Benjamin is portrayed as an extremely cynical, intelligent donkey. He does not get excited or outraged by the events that transpire on the farm and remains detached. Being the oldest animal on the farm, Benjamin is wise and not easily fooled or manipulated by the pigs like the other animals. For the majority of the novella, the readers perceive Benjamin as pessimistic, and they might be frustrated by his lack of motivation to alter the current political environment on the farm. While his intelligence is an admirable trait, Benjamin's lack of concern and detachment are troubling.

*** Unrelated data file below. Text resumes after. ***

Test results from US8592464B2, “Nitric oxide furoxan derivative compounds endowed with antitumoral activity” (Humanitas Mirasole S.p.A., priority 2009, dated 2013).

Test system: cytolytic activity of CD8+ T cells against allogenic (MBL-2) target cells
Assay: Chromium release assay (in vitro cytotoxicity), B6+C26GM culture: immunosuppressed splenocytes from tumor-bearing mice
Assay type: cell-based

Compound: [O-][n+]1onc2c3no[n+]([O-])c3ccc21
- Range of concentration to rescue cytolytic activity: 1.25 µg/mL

However, Benjamin demonstrates his loyalty and concern in chapter 9 after Boxer suffers a serious injury. Benjamin remains by his side while Boxer suffers and does his best to keep the flies off him. In the evenings, Benjamin stays in Boxer's stall and cares for him. Tragically, the pigs have Boxer sent to the knackers, and Benjamin is unable to stop it from happening. After reading the side of the van, Benjamin hurries to warn the other animals about Boxer's fate. Unfortunately, Benjamin cannot prevent Boxer from being taken to the knackers, but the readers admire his effort to save his close friend. Benjamin's actions reveal that he is a compassionate, caring individual who is loyal to Boxer and tried his best to prevent his friend from being taken to his fate.